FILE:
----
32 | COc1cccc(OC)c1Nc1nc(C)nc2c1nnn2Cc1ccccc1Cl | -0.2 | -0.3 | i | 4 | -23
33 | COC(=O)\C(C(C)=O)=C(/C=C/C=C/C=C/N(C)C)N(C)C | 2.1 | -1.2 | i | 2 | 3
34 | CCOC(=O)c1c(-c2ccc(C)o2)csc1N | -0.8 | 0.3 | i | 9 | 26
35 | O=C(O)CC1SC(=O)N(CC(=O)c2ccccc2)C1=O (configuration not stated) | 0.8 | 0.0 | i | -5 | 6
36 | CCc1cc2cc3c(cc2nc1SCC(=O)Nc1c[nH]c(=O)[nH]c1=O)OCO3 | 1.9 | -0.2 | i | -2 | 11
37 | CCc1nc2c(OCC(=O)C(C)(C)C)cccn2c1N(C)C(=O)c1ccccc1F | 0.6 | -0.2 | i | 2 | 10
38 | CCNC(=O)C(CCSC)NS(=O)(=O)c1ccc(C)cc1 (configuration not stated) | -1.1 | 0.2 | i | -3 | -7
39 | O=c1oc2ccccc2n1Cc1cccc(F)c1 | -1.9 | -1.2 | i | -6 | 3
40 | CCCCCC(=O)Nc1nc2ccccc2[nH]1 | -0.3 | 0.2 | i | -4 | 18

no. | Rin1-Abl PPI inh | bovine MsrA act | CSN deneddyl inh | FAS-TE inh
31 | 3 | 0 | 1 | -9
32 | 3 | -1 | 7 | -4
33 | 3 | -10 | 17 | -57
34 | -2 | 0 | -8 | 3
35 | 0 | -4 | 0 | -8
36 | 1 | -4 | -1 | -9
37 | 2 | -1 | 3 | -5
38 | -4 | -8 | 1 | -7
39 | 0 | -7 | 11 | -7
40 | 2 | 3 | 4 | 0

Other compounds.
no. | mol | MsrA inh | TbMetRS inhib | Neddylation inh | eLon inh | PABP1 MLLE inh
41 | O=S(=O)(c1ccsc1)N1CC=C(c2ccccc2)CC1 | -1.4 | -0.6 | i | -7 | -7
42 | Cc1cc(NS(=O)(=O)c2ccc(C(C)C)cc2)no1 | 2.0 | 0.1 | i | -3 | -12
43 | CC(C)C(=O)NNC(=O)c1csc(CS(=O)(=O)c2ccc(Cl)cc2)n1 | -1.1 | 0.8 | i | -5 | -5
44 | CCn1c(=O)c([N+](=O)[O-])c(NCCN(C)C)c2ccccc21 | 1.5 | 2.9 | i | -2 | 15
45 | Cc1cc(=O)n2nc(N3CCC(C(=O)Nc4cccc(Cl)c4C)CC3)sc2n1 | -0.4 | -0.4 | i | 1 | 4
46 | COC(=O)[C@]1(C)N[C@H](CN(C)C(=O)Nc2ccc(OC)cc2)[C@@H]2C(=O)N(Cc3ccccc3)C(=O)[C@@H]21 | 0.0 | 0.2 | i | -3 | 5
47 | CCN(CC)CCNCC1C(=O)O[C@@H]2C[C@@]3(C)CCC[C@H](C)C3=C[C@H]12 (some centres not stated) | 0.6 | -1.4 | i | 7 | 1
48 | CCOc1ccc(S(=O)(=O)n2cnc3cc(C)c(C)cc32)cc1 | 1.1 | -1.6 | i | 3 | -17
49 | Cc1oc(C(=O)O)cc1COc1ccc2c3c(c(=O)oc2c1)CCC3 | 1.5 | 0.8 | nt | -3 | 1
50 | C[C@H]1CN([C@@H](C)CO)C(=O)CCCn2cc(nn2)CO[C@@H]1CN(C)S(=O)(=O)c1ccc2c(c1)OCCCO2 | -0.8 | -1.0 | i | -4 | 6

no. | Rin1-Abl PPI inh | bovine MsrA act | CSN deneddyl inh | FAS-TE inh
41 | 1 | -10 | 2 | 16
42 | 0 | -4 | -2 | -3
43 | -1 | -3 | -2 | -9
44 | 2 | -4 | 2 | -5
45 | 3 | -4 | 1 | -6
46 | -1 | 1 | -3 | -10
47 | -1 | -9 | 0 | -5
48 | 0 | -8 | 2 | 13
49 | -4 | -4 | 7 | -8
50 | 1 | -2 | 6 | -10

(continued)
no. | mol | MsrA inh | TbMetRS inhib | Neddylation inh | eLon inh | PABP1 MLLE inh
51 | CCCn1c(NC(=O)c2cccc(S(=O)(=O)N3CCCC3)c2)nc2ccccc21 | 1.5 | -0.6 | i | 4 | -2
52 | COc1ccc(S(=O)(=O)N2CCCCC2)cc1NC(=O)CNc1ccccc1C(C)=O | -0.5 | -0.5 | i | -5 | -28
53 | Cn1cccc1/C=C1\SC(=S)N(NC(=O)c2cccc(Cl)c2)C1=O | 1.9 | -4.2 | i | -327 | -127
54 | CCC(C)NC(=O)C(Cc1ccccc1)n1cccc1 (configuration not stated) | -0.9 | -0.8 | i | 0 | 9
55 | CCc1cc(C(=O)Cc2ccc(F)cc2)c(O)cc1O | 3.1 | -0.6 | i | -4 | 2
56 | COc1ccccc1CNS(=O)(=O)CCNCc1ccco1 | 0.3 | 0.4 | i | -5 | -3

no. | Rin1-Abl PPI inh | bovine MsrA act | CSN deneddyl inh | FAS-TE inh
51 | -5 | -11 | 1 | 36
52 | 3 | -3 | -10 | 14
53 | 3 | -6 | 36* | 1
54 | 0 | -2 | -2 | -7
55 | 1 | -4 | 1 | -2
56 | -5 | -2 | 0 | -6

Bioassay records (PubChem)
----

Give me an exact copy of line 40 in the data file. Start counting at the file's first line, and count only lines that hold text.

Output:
47 | -1 | -9 | 0 | -5